Engaging exposition requires the preacher of God’s Word to develop a comprehensive and structured method for moving from his study notes and research to the completed sermon. John Stott says, “the golden rule for sermon outlines is that each text must be allowed to supply its own structure.”* An effective teacher of the Word of God recognizes the wisdom of honoring the substance and structure of the text. What he says should be faithful to the text as well as obvious from the text both to himself and to those he instructs.
I want to suggest ten basic and related steps to follow. These steps will develop and be true to our short definition of expository preaching: “Christ-centered, text-driven, Spirit-led preaching that transforms lives.” They will also be true and develop our more full description of biblical exposition:
Expository preaching is text driven preaching that honors the truth of Scripture as it was given by the Holy Spirit. Its goal is to discover the God-inspired meaning through historical-grammatical-theological investigation and interpretation. By means of engaging and compelling proclamation, the preacher explains, illustrates and applies the meaning of the biblical text in submission to and in the power of the Holy Spirit, preaching Christ for a verdict of changed lives.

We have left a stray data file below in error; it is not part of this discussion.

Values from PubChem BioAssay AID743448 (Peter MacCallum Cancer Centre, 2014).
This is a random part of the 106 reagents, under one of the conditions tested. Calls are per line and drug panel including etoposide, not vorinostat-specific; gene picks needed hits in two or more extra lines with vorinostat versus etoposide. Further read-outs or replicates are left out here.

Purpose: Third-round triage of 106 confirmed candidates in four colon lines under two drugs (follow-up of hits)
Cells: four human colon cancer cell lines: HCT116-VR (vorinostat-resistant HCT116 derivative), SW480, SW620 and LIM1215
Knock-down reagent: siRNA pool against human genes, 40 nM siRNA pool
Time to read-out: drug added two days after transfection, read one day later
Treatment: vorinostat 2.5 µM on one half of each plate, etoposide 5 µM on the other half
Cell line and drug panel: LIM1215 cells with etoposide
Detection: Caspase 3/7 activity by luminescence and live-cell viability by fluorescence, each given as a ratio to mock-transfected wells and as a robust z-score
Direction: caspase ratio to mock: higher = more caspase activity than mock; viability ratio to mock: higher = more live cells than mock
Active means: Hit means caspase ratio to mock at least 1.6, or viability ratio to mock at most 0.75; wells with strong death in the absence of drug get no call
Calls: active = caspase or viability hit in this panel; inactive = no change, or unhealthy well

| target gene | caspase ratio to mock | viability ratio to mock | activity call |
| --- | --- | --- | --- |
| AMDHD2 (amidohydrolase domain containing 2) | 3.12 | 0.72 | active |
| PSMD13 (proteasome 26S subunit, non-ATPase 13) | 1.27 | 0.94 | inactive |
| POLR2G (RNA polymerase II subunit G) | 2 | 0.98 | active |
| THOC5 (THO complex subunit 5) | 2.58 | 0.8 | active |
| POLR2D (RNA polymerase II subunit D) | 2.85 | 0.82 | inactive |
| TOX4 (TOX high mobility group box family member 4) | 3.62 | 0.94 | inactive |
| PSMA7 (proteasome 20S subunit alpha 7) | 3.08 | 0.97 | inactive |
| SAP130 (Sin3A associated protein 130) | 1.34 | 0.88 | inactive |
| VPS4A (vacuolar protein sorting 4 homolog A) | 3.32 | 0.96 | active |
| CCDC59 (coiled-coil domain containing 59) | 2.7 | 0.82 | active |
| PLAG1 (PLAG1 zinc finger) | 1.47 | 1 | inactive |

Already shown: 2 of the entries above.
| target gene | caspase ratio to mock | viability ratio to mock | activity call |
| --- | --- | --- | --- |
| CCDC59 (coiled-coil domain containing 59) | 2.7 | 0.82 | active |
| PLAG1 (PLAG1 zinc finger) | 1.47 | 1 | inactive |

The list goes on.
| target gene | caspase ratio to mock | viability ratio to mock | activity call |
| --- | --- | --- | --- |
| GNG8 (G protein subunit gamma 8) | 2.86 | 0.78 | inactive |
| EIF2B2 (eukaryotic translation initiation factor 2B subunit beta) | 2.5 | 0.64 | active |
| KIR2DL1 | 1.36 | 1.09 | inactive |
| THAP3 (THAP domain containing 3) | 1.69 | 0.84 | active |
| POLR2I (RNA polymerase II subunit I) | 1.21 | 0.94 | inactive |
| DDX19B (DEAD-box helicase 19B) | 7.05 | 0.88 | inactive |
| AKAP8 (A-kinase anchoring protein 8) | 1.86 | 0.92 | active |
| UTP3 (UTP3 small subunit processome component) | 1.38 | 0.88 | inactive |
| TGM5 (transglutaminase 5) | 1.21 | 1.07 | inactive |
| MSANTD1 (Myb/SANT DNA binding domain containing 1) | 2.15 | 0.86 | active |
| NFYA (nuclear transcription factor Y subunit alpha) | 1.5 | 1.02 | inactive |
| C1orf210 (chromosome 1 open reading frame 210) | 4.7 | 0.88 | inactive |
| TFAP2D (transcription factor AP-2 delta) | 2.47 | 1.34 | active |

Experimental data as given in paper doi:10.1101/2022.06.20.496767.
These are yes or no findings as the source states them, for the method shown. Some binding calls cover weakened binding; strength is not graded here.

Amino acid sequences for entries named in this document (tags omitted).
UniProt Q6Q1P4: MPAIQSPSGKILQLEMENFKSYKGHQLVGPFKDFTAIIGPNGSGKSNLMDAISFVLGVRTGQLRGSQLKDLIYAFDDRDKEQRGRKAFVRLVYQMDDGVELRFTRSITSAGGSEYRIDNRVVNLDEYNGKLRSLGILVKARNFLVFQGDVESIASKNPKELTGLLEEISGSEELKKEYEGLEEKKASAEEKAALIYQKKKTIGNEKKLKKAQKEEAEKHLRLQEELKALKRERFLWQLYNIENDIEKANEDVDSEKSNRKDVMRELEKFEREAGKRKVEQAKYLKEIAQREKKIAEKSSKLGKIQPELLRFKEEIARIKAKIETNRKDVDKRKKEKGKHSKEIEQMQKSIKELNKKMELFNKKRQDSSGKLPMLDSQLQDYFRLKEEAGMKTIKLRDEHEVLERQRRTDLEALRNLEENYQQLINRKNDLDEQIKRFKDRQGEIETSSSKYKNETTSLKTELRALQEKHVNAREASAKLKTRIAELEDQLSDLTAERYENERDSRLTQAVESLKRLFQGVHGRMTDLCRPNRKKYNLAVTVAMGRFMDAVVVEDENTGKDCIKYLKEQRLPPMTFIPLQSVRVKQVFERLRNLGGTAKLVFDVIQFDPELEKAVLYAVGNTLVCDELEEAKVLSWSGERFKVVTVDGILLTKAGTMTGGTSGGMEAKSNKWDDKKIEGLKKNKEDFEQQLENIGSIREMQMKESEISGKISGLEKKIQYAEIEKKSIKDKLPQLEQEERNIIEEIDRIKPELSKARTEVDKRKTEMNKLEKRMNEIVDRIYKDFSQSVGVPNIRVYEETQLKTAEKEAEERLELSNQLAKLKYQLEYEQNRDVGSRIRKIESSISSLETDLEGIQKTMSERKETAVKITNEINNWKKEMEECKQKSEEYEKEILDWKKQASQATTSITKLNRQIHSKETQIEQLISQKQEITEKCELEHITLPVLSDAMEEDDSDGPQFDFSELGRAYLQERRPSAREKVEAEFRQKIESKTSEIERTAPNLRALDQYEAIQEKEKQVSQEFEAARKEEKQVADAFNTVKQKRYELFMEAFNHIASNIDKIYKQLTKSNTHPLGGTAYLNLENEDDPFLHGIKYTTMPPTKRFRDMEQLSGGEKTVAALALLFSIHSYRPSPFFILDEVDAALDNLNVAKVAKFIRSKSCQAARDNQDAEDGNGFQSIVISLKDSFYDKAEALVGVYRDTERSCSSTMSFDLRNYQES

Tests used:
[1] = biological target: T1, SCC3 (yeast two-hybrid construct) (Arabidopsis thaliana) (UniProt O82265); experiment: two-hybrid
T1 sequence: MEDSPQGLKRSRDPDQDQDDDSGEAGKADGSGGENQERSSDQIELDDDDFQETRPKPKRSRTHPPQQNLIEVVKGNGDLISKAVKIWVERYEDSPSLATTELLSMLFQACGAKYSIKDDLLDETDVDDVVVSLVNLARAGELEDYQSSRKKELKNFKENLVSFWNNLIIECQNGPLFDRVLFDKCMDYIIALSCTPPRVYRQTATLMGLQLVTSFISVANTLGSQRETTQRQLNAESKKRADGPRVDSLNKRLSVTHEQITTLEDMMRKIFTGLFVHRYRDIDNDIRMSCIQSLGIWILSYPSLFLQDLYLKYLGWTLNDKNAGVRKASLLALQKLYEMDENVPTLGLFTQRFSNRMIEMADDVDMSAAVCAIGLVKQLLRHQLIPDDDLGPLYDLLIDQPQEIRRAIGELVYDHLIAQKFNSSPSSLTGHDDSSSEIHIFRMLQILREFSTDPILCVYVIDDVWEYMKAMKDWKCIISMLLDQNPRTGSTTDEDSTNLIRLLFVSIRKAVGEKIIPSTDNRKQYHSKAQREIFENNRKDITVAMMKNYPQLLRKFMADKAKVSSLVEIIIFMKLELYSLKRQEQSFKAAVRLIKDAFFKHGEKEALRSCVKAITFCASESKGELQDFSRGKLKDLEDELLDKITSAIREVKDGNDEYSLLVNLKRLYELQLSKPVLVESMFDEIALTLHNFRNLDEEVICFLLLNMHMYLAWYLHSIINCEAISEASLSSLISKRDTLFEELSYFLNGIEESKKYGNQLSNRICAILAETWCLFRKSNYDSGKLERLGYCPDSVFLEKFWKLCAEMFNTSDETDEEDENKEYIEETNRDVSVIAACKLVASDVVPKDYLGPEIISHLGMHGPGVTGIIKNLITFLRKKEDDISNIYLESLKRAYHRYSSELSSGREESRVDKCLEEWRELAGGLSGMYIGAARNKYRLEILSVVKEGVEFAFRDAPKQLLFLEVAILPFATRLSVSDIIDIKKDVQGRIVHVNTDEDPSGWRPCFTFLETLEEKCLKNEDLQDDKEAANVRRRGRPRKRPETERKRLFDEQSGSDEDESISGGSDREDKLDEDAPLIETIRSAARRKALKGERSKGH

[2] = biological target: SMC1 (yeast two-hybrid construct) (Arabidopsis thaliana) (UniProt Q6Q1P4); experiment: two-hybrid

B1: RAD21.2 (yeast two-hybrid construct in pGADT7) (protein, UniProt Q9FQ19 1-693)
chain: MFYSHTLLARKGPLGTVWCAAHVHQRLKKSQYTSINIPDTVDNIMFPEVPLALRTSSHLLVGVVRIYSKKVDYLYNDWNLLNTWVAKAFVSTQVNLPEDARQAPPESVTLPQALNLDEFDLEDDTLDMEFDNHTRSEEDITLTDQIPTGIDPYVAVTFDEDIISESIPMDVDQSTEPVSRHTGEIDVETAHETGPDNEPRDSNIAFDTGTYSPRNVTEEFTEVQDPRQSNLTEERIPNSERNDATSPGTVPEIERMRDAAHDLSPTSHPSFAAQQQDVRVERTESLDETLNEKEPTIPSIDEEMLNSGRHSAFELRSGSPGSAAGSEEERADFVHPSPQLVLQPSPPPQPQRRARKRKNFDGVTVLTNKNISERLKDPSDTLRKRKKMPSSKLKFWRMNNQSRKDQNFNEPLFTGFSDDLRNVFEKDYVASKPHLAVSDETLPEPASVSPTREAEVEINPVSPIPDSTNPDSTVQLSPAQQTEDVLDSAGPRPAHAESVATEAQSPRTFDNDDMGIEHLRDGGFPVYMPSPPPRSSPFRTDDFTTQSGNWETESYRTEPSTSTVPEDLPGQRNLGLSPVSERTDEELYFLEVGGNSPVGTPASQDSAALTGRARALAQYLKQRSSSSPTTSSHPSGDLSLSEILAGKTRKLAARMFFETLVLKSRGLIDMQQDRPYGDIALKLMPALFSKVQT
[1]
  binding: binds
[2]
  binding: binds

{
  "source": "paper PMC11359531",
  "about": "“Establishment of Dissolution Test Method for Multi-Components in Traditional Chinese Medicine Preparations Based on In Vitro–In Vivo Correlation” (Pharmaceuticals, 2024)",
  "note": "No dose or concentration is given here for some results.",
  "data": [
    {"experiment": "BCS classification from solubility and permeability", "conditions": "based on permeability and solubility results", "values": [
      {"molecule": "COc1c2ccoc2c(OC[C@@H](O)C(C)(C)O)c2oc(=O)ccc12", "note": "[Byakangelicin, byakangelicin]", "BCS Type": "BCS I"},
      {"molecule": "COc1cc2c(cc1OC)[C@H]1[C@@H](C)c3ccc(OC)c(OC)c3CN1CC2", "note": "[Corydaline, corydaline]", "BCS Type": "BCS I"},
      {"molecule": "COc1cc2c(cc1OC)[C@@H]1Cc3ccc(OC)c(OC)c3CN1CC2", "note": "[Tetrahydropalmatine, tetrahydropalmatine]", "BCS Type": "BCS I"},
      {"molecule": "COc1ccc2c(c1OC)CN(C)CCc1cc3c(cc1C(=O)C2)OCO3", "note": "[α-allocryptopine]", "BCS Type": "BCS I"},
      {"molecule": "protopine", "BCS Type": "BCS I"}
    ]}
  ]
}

1) Let your exegesis drive and determine the structure of your message.
2) Have as many major points as the text naturally demands.
3) Make sure your major points and sub-points clearly and naturally flow out of the text. Be able to see your outline (or movements) in the text.
4) State your points in complete sentences that are application focused connecting them to the sermon title, MIT and MIM.
5) Make your sub-points connect with the major points that they support.
6) Look for the theological truths the text clearly supports and develops.
7) Cover and fill the skeleton outline with the meat and marrow of your exegesis.
8) Add to your expository content the supporting accessories of introduction, conclusion, application and illustrations.
9) As you hone the finished product, make sure there is balance, symmetry and cohesion to the message as a whole.
10) Practice reading your text repeatedly (and out loud), remembering that it is a sin to read God’s Word poorly.
In “A Treatise on Christian Liberty” Martin Luther throws down the gauntlet and gives us some final words in this chapter to guide us and inspire us:
Let us then consider it certain and conclusively established that the soul can do without all things except the Word of God, and that where this is not there is no help for the soul in anything else whatever. But if it has the Word it is rich and lacks nothing, since this Word is the Word of life, of truth, of light, of peace, of righteousness, of salvation, of joy, of liberty, of wisdom, of power, of grace, of glory, and of every blessing beyond our power to estimate.
Preaching the Word of God for the glory of our Savior and the good of His saints – this is an essential component for healthy churches in our day. It is an essential component for healthy churches in any day.
* John R. W. Stott, Between Two Worlds: The Art of Preaching in the Twentieth Century (Grand Rapids: Eerdmans, 1982), 229.